Doctor of Leadership in Global Perspectives: Crafting Ministry in an Interconnected World

Living Display

Written by: on December 19, 2019

Many years ago, I found my voice and passion for writing in the theatre. The ability to create works of fiction that imitates life without the complication of reality was fascinating. It was exhilarating to become a different version of myself without fear of rejection. Being trusted to lead the audience on a journey of my imagination revealed that I found my home in theatre and theatre found its home within me.

Transitioning from reality to fiction was a calculated act but with seamless energy as an actor’s quick change between scenes. However, transitioning from the world of theatre back to reality had its complications.

Theatre is, in its simplicity, is a birthing experience that breaths life to the imagination on the stage. Actors are able to become people they only dreamt of being. The actors rehearse the prewritten script over a thousand times and memorize the staging of each scene. The actor flows in expressions, emotions, and movements of the other actors in the play to create works of wonder, suspense, drama, and intrigue.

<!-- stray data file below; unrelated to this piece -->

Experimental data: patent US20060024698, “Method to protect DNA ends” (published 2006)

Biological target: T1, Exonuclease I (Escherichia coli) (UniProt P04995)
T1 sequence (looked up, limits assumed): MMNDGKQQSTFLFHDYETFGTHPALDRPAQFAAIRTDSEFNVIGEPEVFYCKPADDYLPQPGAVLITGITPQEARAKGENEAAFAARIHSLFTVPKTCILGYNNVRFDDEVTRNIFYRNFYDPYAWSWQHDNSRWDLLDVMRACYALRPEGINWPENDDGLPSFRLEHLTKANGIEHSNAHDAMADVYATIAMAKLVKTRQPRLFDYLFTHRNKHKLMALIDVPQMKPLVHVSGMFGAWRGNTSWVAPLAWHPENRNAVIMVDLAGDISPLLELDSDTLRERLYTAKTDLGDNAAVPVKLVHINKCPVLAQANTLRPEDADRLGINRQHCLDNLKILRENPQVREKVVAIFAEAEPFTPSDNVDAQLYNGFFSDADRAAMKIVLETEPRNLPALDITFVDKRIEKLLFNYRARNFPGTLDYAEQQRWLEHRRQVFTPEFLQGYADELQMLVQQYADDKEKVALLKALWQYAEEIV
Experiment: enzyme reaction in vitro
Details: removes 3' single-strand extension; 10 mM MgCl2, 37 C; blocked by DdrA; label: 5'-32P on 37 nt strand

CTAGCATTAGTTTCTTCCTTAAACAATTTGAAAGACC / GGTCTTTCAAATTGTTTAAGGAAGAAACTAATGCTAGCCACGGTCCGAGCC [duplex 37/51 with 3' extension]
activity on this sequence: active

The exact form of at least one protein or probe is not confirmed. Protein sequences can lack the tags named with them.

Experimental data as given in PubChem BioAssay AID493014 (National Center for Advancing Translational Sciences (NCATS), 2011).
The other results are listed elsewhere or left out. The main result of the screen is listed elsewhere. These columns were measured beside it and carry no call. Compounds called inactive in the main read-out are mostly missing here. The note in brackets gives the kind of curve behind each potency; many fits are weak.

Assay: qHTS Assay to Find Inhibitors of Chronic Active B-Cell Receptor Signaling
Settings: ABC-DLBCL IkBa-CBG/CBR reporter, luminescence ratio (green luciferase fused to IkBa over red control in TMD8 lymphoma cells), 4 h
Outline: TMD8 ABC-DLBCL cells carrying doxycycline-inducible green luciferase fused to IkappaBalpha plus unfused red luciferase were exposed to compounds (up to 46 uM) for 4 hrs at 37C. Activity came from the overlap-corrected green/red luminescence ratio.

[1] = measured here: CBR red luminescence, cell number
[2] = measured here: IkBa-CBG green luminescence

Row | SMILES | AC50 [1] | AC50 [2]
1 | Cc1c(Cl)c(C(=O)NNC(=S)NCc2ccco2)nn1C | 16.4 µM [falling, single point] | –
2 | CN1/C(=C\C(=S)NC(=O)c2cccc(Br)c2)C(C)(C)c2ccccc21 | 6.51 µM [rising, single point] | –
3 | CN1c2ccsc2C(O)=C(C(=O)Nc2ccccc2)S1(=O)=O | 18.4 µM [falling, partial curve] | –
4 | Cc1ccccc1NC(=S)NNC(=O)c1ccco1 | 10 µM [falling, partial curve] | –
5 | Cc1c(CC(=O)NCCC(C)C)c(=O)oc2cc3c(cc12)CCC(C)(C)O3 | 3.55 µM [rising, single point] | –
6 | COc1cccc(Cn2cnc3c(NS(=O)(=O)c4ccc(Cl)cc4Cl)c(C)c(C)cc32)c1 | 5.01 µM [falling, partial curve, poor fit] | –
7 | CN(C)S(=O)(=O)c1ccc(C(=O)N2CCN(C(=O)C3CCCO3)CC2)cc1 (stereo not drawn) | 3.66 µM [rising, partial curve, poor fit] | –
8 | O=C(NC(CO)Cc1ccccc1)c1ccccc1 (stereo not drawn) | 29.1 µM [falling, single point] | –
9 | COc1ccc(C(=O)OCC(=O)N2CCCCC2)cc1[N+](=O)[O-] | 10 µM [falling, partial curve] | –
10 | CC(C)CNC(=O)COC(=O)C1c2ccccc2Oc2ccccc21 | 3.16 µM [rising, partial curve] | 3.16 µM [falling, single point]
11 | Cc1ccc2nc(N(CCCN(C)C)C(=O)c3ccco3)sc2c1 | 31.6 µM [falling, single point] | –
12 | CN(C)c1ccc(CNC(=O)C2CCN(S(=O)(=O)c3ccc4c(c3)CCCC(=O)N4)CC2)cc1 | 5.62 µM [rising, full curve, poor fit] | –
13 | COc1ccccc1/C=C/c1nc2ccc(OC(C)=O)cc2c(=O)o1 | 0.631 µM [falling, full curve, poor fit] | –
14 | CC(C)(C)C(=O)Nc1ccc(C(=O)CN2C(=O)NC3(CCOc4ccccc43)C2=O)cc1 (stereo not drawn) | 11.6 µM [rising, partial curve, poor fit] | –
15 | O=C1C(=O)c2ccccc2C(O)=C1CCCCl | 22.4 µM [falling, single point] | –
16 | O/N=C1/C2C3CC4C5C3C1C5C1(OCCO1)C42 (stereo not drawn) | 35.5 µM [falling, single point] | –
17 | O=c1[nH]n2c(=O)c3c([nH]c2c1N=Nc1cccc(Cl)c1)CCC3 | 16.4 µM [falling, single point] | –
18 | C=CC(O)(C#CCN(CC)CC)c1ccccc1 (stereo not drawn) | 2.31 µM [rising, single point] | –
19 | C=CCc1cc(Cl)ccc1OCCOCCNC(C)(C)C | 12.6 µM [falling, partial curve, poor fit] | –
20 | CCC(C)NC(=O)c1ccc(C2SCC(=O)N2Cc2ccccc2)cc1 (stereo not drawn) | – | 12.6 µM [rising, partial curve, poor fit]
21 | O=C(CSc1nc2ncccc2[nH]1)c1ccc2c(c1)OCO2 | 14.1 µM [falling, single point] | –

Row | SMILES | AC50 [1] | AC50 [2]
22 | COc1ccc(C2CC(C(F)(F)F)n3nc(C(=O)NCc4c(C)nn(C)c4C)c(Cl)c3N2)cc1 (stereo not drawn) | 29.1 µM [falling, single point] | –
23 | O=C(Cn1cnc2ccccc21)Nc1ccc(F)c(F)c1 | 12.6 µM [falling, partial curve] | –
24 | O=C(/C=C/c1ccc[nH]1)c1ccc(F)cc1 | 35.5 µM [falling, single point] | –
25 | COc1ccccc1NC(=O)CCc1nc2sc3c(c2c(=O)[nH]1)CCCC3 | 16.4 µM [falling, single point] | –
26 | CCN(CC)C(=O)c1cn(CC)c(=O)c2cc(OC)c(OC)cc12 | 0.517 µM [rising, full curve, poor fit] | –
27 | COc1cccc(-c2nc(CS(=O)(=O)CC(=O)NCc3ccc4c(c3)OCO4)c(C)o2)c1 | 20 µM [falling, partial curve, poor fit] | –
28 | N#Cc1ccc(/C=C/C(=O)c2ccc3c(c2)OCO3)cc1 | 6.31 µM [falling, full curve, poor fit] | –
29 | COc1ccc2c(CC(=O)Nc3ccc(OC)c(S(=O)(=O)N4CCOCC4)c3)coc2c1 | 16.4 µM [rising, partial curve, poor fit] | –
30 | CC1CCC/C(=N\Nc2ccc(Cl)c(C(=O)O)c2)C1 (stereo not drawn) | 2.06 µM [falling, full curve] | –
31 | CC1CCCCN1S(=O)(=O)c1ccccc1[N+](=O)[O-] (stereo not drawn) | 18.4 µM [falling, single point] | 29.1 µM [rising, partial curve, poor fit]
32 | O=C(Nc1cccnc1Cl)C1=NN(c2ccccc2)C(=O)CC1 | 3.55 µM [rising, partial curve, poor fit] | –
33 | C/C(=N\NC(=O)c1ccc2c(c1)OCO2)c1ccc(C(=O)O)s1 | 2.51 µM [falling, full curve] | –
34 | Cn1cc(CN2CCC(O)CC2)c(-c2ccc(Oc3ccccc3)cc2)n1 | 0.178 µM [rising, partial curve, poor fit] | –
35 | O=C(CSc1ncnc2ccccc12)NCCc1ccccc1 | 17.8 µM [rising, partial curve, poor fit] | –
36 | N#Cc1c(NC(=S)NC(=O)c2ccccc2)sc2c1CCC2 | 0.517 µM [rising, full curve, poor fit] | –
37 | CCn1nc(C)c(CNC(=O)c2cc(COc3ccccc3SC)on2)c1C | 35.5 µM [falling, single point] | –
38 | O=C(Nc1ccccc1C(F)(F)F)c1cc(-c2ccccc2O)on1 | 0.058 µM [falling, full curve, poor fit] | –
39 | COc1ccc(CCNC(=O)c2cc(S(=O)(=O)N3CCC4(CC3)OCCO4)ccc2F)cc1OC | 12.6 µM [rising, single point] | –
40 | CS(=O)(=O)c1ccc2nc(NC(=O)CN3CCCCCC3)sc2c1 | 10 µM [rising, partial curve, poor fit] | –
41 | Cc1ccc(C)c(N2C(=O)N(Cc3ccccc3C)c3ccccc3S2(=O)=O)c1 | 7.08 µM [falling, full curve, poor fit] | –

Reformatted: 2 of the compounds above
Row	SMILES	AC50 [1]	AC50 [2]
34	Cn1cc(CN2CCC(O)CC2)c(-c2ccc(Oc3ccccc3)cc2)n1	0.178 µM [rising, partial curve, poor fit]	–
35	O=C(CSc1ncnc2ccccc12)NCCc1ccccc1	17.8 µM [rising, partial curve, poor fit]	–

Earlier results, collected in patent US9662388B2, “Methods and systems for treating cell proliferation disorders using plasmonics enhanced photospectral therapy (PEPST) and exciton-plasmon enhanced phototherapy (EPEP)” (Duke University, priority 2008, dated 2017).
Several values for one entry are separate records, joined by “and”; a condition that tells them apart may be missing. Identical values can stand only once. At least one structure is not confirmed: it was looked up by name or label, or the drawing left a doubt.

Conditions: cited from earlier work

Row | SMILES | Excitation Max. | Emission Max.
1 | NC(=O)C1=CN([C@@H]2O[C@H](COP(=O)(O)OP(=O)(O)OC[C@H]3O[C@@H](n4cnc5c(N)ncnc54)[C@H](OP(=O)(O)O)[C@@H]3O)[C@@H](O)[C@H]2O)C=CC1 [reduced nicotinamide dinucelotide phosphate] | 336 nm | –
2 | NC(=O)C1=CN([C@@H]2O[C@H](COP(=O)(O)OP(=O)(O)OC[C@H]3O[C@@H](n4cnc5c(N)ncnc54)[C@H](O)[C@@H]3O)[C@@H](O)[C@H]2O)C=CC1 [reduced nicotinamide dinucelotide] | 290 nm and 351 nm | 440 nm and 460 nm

There is no prewritten script to life. The character in life’s story is you, and the world is your stage. There is no rehearsal time to prepare you on how to react to life and circumstances. There are no alternate characters you can portray in the stage of life. At any given moment, the act or scene can change, and you have to be able to adapt.

Act I – Theatre to Church Leadership

The days of theatre turned its page as the entryway to life expanded, and its captive audience changed to congregation members.  Preparation, the amateur role of leadership, took years perfecting. In theatre, there is time for character study and development. In church leadership, often, the character study and development are a part of the leadership joinery. The way of passage is the discovery of the leader’s voice and leadership style. It includes embodying the challenges of the mental, emotional, and even vocal traits which contribute to the essence of the leadership capacity to lead. Eventually, as to the acts of life advance, so to the amateur role of leadership transforms into supporting role or leading role.

Act II – Spotlight

Discerning how much to give of oneself in the spotlight has always been an area of frustration for me. As a child, I was taught to color within the lines, though I was quite the rule breaker. In my teenage years, I was taught how to guard my emotions and my heart, limit those from getting too close. In adulthood, I was taught to create a persona of oneself that gives limited exposure to the inner domains of who you quintessentially are; never could grasp the ideology behind this lesson. The dynamics of leadership create an extra barrier in the spotlight.

Being in the spotlight of leadership, one has to manage both the front stage and the backstage. In Simon P. Walker’s Undefended Leader, he highlights how these two stages are interrelational and are beneficial in leadership.